It is no secret that it is more difficult for women in business to achieve leadership positions within their organisations. There are several reasons for this, including gender bias, lack of opportunities, and work-life balance challenges. Women in leadership is a long-term goal for them to aim for. So, when they have broken the barriers and stepped up to leaders, we should listen to their journeys, and their perspectives.

Customer Experience Foundation (CXFO) initiatives regularly celebrate many women in leadership roles in the CX and contact centre industries that drive digital transformation and CX innovation. Careers in CX and contact centres are not purely transactional and involve strategic thinking and non-linear approaches.

Several women in these initiatives recently recounted instances where their unique perspectives were welcomed as a valuable addition. One recalled a board member of an organisation who had commented “We don’t have enough you’s.”  This was not related to her being female, but more acknowledging the exceptional skill set and talents she could bring to the company at board level. We desperately need more of this genuine recognition and admiration for women’s skills and capabilities in their jobs.

Let’s take the time to recognise what women in business need, and what works well to help with their climb up to the top. Do you have any of these in place?

1. Establishing support networks 

An essential movement to women in leadership is the establishment of dedicated support networks for them. These dedicated networks provide a crucial sounding board for advice, combat imposter syndrome, offer a safe space to share experiences. Building such networks is not only empowering but also essential for fostering a sense of unity and progress. 

2. Mentorship matters

The definition of a mentor is ‘an experienced and trusted advisor‘. For women in business especially, it’s crucial to learn from another woman, see how they adapt, and you can have that empathetic relationship and bond of understanding of the experience in your careers.

Many women have also highlighted the huge significance of mentors in their journey. Their mentors played an important role in helping them navigate the industry’s challenges, including imposter syndrome and the tendency to focus on weaknesses rather than strengths. Mentoring was perceived as a powerful mechanism for self-discovery and personal growth. 

This was also true in a recent young leaders focus group and a LinkedIn poll which was launched in advance of the focus group. In this, 68% of respondents said that they did not have a mentor in place, and those who did have one expressed the importance of their mentor in their career journeys. One member of the panel stated that it isn’t about ‘fake it till you make it,’ but rather ‘fake it till you become it.”

3. Emphasising strengths 

A shift in focus from weaknesses to strengths is a transformative experience for many women. Identifying and leveraging their unique strengths allowed them to contribute to the industry in novel ways. This change in perspective also influenced their approach to managing others, emphasising the importance of recognising and nurturing individual strengths.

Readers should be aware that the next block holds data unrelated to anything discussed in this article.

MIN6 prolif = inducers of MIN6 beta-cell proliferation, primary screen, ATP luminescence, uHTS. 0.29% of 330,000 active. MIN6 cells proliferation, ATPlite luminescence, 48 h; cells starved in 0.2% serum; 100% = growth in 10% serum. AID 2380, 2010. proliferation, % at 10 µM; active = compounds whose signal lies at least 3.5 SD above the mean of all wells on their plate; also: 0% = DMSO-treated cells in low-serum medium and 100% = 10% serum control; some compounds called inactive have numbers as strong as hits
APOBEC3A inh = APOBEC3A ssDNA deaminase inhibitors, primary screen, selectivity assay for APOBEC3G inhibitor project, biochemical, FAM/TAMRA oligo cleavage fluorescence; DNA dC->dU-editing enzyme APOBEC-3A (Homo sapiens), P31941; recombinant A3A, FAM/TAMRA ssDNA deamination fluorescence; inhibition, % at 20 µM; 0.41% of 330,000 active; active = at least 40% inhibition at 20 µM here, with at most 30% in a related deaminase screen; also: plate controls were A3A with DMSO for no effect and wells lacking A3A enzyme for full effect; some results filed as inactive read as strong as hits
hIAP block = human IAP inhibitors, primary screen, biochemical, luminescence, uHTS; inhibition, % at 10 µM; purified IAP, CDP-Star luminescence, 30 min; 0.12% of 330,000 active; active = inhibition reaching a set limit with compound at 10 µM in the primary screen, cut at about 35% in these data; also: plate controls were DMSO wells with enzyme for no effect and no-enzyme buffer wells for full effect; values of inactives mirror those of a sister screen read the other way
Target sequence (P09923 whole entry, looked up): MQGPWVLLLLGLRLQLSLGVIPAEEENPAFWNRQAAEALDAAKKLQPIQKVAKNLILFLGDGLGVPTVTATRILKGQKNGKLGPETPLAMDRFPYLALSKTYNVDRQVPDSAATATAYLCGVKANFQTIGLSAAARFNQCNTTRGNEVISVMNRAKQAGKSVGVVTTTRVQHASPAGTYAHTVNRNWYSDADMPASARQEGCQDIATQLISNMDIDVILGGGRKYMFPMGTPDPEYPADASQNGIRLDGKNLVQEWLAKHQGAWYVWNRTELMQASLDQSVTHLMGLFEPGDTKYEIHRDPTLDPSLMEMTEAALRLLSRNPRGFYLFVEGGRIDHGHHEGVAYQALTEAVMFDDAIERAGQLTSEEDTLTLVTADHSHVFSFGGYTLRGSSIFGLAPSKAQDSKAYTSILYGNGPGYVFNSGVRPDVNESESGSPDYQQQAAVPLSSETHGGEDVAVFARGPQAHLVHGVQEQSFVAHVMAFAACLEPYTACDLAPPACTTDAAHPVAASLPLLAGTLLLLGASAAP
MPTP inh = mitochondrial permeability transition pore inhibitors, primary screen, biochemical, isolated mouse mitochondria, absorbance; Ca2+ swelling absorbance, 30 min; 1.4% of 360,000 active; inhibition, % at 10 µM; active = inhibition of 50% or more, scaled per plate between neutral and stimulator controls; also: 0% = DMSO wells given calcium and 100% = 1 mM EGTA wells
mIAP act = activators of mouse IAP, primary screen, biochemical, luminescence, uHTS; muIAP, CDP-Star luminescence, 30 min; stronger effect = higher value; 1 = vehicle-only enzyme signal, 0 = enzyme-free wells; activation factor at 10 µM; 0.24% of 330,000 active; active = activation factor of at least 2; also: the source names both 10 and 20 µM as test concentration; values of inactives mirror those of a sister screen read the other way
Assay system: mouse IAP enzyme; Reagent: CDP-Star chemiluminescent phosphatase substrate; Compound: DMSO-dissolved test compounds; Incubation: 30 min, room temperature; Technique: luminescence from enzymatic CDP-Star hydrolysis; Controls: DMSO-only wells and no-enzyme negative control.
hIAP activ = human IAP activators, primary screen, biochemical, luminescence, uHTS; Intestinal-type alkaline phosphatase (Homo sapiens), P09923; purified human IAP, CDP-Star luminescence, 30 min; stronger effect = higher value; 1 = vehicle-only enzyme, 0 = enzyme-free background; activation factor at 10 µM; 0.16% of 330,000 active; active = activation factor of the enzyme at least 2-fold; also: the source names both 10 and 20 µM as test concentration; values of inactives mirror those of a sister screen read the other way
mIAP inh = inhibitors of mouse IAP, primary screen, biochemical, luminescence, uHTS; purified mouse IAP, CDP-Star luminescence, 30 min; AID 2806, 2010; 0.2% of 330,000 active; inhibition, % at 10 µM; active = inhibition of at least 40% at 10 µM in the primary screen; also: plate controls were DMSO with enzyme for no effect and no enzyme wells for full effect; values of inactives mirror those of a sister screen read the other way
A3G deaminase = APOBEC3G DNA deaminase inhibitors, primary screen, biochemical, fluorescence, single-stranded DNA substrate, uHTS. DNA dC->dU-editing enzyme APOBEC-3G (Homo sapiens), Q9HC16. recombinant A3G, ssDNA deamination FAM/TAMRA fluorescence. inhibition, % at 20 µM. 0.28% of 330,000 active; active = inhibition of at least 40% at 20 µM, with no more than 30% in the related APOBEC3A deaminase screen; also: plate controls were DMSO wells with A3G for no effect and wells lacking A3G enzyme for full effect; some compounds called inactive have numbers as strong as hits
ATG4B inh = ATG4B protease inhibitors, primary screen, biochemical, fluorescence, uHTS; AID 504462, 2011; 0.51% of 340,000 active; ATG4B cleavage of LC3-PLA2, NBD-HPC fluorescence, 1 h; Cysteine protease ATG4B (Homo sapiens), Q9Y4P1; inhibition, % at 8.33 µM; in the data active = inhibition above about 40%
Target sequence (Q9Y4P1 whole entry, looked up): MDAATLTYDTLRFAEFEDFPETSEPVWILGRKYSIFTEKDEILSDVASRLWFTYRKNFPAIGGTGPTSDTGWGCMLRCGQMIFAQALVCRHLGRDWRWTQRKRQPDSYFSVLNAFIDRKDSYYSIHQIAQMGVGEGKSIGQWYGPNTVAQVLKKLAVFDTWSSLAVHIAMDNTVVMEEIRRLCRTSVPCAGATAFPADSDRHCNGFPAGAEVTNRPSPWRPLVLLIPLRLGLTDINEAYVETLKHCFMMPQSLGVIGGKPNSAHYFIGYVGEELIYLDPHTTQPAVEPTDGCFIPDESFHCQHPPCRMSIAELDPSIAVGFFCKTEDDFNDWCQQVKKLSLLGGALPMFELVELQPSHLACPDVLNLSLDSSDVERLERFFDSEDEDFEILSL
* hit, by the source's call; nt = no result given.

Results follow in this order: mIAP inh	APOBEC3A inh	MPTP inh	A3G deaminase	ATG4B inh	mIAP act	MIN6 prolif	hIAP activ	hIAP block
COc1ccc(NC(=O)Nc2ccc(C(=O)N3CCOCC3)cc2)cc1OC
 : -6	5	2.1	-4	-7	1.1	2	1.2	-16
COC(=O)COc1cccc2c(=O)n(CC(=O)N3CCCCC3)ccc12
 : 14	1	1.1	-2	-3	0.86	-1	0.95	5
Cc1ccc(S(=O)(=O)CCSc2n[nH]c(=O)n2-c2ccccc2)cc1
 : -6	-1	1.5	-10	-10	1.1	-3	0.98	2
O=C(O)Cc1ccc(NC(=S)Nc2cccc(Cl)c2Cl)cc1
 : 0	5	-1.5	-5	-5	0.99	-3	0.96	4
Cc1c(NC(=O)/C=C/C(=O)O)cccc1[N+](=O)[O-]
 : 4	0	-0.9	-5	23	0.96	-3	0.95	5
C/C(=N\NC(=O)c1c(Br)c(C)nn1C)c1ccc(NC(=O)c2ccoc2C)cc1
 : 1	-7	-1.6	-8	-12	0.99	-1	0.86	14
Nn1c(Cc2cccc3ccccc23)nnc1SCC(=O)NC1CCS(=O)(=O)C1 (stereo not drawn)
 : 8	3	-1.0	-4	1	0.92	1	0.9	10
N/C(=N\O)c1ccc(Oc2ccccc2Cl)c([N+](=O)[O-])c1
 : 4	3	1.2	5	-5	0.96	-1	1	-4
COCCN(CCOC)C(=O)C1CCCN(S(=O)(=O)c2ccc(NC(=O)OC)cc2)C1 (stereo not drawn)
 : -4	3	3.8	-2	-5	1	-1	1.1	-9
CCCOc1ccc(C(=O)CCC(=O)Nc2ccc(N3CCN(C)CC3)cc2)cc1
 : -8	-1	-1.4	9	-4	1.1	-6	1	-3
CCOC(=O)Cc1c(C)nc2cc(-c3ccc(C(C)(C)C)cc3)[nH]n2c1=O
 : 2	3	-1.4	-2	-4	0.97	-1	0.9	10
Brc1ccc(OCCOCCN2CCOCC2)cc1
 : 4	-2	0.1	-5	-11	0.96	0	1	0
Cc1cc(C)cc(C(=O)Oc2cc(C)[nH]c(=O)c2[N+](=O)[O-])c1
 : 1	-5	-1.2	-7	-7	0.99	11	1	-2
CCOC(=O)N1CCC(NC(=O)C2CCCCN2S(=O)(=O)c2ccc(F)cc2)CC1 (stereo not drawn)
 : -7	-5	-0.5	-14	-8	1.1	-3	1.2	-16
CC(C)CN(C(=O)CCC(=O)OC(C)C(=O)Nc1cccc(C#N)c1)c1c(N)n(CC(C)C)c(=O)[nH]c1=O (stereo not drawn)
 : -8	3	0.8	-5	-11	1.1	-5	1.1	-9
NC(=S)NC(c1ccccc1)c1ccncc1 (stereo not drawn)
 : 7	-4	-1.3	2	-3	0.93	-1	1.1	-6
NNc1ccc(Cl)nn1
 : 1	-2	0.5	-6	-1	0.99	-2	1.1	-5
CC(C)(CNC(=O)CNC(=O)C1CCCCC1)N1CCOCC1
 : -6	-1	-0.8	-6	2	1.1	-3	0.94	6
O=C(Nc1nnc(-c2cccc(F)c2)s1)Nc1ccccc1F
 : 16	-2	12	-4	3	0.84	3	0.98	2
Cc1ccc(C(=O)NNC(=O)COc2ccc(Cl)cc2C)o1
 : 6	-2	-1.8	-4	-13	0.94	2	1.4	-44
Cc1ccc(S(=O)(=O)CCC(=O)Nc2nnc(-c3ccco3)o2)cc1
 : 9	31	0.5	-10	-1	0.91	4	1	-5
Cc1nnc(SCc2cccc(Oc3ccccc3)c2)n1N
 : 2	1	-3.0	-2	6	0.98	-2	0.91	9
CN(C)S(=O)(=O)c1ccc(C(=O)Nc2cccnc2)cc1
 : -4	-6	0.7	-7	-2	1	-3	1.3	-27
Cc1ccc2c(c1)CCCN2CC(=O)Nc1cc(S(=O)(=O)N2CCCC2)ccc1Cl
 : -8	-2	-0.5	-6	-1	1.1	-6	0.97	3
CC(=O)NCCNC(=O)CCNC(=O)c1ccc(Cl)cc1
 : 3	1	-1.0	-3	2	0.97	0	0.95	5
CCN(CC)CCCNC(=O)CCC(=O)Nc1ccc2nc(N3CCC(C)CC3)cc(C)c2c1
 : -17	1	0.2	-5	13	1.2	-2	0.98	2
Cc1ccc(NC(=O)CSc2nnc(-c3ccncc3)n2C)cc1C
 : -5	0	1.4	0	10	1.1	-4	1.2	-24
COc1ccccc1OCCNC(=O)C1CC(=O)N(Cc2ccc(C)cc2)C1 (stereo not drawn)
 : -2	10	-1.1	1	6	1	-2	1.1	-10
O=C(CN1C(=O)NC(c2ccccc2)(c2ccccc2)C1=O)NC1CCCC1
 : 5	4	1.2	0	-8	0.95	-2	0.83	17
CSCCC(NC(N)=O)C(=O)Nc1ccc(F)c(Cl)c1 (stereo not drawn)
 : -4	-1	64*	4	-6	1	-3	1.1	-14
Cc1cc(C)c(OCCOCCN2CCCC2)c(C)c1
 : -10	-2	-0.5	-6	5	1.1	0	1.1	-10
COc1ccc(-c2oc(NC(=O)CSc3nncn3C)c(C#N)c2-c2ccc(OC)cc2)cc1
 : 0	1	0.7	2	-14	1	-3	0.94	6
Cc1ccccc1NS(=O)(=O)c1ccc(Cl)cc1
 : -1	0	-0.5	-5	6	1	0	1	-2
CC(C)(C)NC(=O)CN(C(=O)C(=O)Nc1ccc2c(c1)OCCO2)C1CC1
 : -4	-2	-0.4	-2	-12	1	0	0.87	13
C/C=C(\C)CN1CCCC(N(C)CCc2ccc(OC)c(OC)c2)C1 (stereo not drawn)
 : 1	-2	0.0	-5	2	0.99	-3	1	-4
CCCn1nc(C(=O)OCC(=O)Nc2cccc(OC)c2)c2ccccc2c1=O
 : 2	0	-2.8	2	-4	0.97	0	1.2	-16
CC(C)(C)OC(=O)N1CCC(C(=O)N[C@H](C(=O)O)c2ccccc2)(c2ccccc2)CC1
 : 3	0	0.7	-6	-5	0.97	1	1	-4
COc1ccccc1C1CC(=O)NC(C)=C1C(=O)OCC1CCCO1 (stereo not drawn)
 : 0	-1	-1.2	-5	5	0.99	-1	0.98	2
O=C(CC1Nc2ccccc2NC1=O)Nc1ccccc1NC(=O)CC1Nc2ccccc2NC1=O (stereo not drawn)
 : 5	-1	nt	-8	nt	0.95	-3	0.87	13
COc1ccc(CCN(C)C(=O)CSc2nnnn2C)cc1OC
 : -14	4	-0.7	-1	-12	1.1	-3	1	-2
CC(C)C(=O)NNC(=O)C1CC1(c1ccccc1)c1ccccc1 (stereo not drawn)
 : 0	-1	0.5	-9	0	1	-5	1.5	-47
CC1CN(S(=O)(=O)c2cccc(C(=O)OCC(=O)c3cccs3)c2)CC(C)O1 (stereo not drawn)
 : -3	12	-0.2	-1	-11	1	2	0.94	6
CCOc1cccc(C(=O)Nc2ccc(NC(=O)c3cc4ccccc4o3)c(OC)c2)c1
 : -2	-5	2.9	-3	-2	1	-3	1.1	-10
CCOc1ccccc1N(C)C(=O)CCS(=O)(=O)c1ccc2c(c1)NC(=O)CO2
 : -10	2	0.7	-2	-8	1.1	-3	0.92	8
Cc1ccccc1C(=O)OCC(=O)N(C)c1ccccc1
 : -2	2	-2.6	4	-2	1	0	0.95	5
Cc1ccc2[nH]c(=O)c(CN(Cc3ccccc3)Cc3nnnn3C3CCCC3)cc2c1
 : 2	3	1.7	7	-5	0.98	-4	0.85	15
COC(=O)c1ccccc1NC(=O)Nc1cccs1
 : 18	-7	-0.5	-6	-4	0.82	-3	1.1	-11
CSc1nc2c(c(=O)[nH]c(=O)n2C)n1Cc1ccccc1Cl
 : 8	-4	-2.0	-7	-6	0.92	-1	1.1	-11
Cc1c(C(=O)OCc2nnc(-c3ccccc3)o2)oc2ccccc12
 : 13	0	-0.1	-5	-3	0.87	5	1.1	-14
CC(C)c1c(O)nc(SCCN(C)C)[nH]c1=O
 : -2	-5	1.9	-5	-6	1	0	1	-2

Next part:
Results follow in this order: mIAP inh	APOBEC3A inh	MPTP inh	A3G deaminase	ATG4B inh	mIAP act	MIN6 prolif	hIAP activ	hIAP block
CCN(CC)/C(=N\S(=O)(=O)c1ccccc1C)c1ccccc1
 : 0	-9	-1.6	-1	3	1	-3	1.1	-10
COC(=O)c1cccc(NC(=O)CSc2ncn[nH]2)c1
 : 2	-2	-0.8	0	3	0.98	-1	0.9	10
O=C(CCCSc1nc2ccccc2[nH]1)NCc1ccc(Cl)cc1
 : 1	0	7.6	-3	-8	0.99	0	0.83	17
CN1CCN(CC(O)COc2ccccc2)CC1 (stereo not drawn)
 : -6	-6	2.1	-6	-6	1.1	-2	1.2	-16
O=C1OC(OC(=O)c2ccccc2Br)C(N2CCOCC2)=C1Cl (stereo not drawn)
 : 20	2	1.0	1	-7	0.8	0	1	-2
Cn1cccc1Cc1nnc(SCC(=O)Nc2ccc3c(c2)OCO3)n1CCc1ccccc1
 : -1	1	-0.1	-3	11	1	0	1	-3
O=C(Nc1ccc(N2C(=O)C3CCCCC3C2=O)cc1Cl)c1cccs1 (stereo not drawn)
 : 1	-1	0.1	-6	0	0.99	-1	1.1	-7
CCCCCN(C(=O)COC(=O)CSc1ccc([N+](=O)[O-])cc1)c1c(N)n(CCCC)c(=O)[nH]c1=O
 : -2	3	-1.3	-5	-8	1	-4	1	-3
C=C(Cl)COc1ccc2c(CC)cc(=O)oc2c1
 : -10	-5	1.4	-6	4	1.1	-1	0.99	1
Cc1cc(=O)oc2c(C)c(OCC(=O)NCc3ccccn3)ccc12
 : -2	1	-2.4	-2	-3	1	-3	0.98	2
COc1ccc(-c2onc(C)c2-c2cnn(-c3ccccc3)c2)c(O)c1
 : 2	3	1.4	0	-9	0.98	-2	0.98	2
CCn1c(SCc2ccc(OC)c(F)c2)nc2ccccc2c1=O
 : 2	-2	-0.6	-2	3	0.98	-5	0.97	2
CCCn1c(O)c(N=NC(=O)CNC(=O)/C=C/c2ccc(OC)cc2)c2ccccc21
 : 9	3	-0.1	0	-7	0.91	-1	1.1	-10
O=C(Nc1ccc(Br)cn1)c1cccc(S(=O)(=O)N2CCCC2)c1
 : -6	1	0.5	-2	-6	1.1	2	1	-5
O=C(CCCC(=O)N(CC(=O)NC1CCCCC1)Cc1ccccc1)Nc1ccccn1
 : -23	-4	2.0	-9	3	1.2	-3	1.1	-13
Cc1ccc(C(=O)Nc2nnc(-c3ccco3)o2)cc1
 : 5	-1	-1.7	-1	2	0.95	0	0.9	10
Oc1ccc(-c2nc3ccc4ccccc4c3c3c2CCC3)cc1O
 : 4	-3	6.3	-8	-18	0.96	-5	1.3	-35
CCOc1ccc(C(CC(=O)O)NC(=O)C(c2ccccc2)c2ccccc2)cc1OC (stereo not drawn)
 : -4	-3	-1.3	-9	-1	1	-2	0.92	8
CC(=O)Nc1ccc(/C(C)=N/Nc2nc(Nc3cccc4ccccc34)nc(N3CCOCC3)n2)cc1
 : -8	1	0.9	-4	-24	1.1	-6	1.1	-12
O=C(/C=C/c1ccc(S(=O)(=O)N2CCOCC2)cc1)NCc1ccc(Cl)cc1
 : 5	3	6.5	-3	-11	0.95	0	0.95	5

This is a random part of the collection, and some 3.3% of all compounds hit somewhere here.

A great way to shift your mindset to focus on your strengths is by taking part in workshops, especially female-led ones. Engaging and networking with other women, sharing your stories, and hearing from other coaches is a great way to work on this. There are also many other great online resources and books available to work on mindset shifts. Use the tools around you!

4. Confidence building 

Many women leaders highlight the value of confidence-building initiatives. These include bringing in dedicated trainers to help women within their organisations build confidence, overcome self-doubt, and project a stronger presence in the workplace. A recent poll conducted to gauge industry perspectives on gender equality, interestingly revealed that there is still room for improvement in achieving gender parity within the CX and Contact Centre industry. The data suggested that women are not always treated equally and given the same opportunities as their male counterparts.

The industry, however, has made improvements in recent years. In the BPO industry for example, where the gender gap has traditionally been more pronounced, there are signs of change, but not for all organisations. More female leaders are participating in industry events and becoming corporate members, indicating a gradual shift towards greater inclusivity. This however is only happening with the support of great leaders above the women on the panel.

If not addressed, this gap not only disadvantages individuals, but means employers miss out on a wealth of talent as they risk their reputation as a fair and inclusive employer. Gender pay gap reporting has brought transparency to workplace gender equality issues that need addressing, but it’s the action that follows that makes the real difference.

Final thoughts

It is clear there are still challenges for women in the industry. But increasingly we are seeing resilience and creativity being used to overcome these hurdles. From challenging stereotypes and embracing authenticity to fostering inclusivity and advocating for diversity, female leaders in the CX and Contact Centre industry are paving the way for a more equitable and inclusive future. 

During Women’s History Month, we celebrate all women. For the women in our industry, we acknowledge those pushing boundaries, delivering CX innovation and helping to strengthen workforces by making them more inclusive environments. What are you enforcing into your organisation to ensure women are pushing barriers and enjoying their climb to the top?

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